Alice Roosevelt Longworth

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New York City,
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New York City,

Alice Roosevelt Longworth, often known as Princess Alice and ‘The Other Washington Monument,’ was the oldest child of President Theodore Roosevelt and his first wife, Alice Hathaway Lee. She lived a tumultuous life as a socialite and writer. Alice had always been a rebellious child. She lived her life on her own terms, unconcerned with what the rest of society thought of her. When Theodore Roosevelt assumed the presidency, she immediately rose to prominence and became a celebrity and fashion icon. She was a rule-breaker and a nonconformist, unlike other women at the time. Her rebellious temperament, along with a defiant attitude, unusual behavior, and scathing comments on her peers, made her a press favorite. She initially backed the Republican Party before converting to the Democratic Party during the Kennedy and Johnson administrations.

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Childhood and Adolescence

Alice Lee Roosevelt was born in New York City, New York, to Alice and Theodore Roosevelt. His father was a New York State Assemblyman, and his mother was a Boston financial heiress.

Several hours after Alice’s birth, tragedy struck the Roosevelt home. Her paternal grandmother Martha Stewart ‘Mittie’ Bulloch died of typhoid illness, and her mother and Theodore’s wife Alice died of kidney failure eleven hours later.

Theodore, upset and agitated by the sad events, withdrew himself from anything that reminded him of Alice Sr. He even dubbed Alice, the young girl, Baby Lee. As a result, she chose to be addressed as Mrs. L. later in life.

To lift his spirits, Theodore Roosevelt left New York and traveled westward. He traveled for the next two years. He was from North Dakota. Baby Lee was placed under the supervision of Theodore’s sister, Anna.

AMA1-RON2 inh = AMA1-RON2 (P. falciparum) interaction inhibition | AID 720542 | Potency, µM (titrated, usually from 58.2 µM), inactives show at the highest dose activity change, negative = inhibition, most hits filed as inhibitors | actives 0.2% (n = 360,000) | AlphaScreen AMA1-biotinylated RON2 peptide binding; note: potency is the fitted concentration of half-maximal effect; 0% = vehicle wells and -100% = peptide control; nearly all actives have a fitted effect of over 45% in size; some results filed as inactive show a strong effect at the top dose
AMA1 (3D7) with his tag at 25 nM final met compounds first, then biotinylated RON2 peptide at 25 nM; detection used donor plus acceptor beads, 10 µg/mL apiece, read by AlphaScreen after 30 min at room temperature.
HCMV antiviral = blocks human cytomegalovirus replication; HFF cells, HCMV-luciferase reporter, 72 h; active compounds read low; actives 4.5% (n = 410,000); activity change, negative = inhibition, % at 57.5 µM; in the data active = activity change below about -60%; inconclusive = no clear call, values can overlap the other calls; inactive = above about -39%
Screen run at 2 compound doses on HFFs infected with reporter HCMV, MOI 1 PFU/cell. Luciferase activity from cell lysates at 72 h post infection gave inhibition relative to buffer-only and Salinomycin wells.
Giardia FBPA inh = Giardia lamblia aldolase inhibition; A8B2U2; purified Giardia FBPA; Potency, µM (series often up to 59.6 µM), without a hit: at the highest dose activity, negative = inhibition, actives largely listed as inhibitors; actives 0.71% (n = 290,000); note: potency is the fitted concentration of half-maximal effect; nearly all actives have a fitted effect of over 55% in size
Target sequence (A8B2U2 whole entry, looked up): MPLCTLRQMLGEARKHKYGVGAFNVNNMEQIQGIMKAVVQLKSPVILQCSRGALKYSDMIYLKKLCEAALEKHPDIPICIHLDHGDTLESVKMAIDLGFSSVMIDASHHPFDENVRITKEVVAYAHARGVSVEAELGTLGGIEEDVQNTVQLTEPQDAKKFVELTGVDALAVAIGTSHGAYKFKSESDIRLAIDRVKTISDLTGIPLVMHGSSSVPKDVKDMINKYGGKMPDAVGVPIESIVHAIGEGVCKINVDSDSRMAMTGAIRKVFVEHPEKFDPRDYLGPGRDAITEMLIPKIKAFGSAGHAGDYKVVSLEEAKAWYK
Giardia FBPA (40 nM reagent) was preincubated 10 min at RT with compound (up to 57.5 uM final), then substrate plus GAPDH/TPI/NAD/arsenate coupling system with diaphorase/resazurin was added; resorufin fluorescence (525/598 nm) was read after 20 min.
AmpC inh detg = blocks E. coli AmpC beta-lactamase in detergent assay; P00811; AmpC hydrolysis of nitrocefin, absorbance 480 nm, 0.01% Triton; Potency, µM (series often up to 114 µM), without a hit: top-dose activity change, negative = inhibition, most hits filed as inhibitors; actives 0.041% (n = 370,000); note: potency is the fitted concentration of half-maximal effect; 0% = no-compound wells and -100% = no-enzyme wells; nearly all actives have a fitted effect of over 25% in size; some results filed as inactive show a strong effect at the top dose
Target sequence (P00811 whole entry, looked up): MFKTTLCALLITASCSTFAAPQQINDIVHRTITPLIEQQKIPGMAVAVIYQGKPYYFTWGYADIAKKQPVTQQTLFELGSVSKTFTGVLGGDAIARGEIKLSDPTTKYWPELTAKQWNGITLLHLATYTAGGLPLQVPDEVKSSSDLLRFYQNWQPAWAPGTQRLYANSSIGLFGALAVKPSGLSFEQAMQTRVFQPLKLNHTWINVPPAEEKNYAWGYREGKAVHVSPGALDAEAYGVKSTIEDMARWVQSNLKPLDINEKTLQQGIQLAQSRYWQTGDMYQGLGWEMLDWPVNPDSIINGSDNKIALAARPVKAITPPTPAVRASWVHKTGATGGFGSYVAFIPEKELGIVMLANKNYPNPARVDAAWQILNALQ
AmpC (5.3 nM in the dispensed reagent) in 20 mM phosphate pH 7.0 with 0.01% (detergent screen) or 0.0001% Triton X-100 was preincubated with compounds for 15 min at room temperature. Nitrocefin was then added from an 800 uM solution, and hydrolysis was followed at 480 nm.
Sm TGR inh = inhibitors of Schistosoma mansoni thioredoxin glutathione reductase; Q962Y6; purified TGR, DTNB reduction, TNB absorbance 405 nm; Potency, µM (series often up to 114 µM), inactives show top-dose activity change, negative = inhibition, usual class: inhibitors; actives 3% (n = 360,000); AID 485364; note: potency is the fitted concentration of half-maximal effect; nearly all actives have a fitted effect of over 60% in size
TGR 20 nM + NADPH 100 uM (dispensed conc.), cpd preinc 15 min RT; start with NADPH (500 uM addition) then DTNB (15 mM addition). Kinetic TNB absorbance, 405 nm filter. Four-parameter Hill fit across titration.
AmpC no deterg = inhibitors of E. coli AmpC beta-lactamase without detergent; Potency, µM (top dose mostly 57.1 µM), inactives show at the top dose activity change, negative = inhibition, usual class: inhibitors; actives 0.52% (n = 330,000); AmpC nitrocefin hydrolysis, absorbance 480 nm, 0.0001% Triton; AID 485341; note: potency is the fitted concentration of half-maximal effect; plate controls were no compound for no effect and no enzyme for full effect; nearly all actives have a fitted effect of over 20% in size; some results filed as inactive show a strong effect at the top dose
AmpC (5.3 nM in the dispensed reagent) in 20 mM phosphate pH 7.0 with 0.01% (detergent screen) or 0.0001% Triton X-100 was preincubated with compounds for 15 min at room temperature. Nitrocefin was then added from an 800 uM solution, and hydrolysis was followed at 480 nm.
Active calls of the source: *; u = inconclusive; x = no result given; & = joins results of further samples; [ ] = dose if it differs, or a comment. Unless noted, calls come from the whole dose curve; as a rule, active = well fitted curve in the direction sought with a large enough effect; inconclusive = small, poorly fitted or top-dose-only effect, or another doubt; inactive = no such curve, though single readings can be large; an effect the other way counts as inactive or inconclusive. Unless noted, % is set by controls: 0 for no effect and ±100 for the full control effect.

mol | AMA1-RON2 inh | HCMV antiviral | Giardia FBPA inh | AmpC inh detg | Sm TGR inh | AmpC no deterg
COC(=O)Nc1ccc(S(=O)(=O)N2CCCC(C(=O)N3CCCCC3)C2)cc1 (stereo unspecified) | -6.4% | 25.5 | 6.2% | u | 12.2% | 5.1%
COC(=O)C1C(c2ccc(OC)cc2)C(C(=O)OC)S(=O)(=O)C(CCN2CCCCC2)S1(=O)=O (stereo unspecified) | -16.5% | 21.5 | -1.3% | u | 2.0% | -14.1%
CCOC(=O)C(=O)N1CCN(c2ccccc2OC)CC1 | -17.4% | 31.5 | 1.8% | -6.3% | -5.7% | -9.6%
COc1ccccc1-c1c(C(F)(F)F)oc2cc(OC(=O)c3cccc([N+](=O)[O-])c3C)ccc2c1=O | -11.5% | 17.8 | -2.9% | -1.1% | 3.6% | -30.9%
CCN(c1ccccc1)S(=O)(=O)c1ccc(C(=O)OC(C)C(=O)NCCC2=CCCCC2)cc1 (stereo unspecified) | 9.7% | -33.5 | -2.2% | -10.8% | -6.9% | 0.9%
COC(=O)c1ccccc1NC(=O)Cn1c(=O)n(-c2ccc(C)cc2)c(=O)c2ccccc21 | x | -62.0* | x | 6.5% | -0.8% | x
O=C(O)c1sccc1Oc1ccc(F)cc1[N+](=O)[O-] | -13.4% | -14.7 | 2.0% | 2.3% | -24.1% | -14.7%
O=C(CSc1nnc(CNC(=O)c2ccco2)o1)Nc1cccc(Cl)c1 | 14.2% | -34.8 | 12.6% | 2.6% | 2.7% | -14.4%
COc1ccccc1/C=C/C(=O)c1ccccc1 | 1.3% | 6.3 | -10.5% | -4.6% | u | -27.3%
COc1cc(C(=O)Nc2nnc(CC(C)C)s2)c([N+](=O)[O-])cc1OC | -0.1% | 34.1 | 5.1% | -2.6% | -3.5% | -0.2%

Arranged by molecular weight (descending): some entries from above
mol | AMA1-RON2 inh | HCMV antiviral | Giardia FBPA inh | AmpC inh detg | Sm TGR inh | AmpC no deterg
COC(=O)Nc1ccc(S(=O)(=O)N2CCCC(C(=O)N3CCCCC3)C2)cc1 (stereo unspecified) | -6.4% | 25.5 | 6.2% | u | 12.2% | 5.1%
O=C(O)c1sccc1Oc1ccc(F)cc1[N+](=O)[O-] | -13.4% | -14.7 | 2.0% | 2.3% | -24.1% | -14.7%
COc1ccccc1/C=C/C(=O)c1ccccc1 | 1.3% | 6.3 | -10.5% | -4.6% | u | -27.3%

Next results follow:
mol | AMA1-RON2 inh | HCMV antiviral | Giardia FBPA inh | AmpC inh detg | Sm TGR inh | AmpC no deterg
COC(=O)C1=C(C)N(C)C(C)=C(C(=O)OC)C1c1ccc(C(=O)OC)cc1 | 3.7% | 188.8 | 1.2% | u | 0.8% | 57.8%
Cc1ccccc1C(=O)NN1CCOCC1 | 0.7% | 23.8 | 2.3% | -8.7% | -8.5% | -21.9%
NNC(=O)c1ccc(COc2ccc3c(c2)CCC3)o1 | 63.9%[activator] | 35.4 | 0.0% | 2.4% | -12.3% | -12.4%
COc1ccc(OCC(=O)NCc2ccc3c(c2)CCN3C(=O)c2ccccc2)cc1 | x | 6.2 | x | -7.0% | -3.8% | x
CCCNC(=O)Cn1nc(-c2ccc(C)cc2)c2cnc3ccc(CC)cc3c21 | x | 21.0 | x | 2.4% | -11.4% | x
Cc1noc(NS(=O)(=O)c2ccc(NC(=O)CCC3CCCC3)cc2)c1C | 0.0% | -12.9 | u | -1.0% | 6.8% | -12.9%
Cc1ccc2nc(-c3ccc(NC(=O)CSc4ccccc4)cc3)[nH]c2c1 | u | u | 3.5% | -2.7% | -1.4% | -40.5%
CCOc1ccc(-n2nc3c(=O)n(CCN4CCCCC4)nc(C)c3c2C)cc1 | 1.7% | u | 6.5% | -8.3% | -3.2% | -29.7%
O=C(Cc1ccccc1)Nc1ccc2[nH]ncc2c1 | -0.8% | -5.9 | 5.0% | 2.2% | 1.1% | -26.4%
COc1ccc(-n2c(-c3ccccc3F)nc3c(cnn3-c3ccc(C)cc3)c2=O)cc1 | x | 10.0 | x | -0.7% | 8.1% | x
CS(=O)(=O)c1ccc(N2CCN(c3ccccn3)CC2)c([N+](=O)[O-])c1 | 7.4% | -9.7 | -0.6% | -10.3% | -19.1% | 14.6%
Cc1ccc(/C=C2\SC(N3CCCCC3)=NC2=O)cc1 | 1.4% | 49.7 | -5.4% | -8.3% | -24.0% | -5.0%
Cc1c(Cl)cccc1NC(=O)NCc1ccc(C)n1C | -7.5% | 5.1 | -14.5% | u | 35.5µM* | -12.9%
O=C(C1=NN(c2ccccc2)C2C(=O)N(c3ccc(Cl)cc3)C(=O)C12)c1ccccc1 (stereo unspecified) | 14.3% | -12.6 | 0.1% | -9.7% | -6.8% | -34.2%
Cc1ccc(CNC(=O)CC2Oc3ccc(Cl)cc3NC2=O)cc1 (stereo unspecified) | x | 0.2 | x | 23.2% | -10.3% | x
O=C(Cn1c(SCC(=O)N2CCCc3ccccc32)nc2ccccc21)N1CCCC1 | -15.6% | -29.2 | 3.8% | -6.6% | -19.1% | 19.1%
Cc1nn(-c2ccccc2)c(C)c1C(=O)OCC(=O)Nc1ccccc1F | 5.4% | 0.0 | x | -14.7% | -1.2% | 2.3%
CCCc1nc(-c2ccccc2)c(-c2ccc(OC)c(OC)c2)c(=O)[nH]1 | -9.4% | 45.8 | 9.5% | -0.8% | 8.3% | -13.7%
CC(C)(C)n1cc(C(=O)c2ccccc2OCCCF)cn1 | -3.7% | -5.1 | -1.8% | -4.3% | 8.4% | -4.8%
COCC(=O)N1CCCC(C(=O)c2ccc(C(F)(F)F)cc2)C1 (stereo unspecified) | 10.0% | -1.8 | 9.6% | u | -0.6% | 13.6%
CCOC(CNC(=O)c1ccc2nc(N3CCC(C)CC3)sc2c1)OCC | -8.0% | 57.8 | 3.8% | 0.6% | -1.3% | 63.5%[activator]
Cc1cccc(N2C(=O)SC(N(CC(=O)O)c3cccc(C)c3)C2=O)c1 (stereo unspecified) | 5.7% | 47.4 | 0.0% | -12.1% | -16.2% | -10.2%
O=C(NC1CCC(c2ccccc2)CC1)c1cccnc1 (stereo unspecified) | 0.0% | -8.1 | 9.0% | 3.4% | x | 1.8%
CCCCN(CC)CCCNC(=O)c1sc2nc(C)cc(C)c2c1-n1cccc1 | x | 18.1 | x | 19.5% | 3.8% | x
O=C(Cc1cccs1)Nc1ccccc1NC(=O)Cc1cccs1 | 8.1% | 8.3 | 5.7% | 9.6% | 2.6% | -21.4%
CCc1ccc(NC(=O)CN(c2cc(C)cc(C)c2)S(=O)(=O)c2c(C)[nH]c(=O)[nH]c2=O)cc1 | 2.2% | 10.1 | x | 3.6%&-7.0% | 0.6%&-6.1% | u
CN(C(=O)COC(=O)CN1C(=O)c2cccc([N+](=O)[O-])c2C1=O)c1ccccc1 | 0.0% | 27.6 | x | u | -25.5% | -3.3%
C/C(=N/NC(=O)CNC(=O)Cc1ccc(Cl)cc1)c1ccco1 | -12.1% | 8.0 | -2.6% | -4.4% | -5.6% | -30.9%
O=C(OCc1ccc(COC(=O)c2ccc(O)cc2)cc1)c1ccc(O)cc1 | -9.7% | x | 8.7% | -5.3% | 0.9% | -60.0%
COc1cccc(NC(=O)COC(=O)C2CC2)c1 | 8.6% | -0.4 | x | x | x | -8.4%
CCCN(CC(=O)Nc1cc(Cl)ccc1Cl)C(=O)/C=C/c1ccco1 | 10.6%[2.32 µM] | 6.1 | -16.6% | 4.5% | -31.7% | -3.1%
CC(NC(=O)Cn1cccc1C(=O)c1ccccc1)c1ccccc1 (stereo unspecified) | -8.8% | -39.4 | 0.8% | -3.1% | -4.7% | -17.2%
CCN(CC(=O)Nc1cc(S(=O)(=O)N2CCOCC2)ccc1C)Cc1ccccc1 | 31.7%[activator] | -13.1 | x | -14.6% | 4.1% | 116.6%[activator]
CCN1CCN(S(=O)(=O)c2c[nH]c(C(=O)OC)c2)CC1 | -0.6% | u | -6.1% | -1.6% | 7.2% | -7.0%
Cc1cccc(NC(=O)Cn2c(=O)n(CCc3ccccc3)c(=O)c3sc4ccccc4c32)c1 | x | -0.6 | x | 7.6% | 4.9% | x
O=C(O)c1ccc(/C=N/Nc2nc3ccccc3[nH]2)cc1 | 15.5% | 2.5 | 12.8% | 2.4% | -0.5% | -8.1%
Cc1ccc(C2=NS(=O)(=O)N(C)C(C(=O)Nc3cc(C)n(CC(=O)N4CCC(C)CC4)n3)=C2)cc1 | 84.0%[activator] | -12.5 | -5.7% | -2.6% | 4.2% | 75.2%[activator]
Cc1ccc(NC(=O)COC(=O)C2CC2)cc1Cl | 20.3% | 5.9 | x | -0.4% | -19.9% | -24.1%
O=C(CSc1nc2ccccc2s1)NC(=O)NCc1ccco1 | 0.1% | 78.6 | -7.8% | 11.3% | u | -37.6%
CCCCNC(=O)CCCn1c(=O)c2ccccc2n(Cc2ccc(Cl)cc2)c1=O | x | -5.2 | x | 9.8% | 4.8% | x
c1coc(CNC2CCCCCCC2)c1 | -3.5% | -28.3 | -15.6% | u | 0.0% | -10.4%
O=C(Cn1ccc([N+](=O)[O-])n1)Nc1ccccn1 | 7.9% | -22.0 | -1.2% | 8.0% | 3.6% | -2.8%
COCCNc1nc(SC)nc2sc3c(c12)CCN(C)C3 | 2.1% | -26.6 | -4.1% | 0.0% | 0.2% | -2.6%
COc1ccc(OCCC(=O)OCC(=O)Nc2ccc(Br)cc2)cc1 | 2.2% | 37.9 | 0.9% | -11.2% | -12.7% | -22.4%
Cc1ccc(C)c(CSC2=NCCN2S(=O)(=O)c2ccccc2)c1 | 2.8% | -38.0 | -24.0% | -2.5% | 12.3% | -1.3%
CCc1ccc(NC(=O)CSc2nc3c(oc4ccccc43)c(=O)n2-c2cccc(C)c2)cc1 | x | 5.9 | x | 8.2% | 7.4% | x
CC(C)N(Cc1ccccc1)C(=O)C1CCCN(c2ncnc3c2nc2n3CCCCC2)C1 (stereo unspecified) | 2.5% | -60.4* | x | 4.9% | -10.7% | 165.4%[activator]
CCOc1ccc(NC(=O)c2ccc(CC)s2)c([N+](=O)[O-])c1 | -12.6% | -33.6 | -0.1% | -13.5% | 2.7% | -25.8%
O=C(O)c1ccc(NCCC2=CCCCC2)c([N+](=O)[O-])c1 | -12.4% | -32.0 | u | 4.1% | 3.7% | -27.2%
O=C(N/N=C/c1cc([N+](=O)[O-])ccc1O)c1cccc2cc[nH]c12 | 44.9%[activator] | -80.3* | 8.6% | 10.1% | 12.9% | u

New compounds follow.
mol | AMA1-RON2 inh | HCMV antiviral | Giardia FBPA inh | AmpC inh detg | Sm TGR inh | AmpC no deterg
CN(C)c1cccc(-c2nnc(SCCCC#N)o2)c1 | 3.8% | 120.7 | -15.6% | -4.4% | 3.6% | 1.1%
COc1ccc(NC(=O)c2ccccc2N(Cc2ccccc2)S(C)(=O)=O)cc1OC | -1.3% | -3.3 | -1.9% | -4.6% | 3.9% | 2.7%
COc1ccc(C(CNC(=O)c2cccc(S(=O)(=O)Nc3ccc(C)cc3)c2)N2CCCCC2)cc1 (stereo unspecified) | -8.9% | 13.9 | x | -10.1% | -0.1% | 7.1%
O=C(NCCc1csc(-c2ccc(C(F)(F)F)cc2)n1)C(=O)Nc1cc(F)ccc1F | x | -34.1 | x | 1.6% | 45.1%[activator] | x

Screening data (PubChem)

Throughout her stay, Lee was heavily affected by her aunt Anna. She returned to the care of her parents after her father’s remarriage to Edith Kermit Carow. She had five half-brothers and sisters, as well as one sister.

A Later Years

She had a strained connection with both her father and stepmother, so she would travel to Boston to see Anna and her maternal grandparents, George Cabot Lee and Caroline Watts Haskell. Anna, on the other hand, had a big influence on her and gave her the structure and stability she needed.

She grew up to be a model of beauty, much like her mother. She was showered with presents and grew into a fiercely independent and extroverted lay. She was also calculating and self-assured.

When her father was elected President of the United States in 1901, she became an instant celebrity. She rose to prominence as a fashion icon and a strong, independent woman. She defied conformism and traditionalism at every turn, breaking all of society’s rules.

Journalists’ favorite subject, she was all over the news, but for all the wrong reasons. She smoked cigarettes in public, traveled in cars with guys, partied till the early hours of the morning, had a pet snake named Emily Spinach, and gambled money with a bookie.

With 23 Congressmen, seven senators, and other diplomats and officials, she set off on the Imperial Cruise to Japan, Hawaii, China, the Philippines, and Korea in 1904. She kept the press occupied throughout the trip by taking photos with the Emperor of Japan, and the Empress of China, and attending sumo wrestling tournaments.

Roosevelt relished being the focus of attention during his presidency.
She refused to fill her husband’s position after his death in 1931. During the Great Depression, she became an author and published ‘Crowded Hours,’ an autobiography that was highly appreciated by the public.

She remained a Republican Party member throughout her life and kept herself socially and politically active. On a handful of occasions, she was a delegate to the Republican National Convention.

Personal History and Legacy

When she returned from her diplomatic trips in 1905, she became engaged to Nicholas Longworth, a Republican member of the United States House of Representatives from Cincinnati, Ohio. Despite the fact that she had known him since childhood, their bond became stronger over the trip.

The divergent support for the 1912 Bull Moose presidential race caused a wedge between her and her husband. In the partnership, her infidelity to him was also a source of anxiety.

In the 1950s, her health began to deteriorate. She fell down and shattered her hip in 1955. She was diagnosed with breast cancer the following year. She had a double mastectomy but afterward developed health problems, including weight loss, shortness of breath, and coughing.

She died of emphysema, pneumonia, and other chronic ailments on February 20, 1980, at the age of 96. She was laid to rest in Washington, D.C.’s Rock Creek Cemetery.

Estimated Net worth

Alice is one of the wealthiest and most popular members of the family. Alice Roosevelt Longworth has a net worth of $10 million, according to Wikipedia, Forbes, and Business Insider.


She was the matron of honor at the wedding of cousin Eleanor Roosevelt, the eldest child of US President Theodore Roosevelt.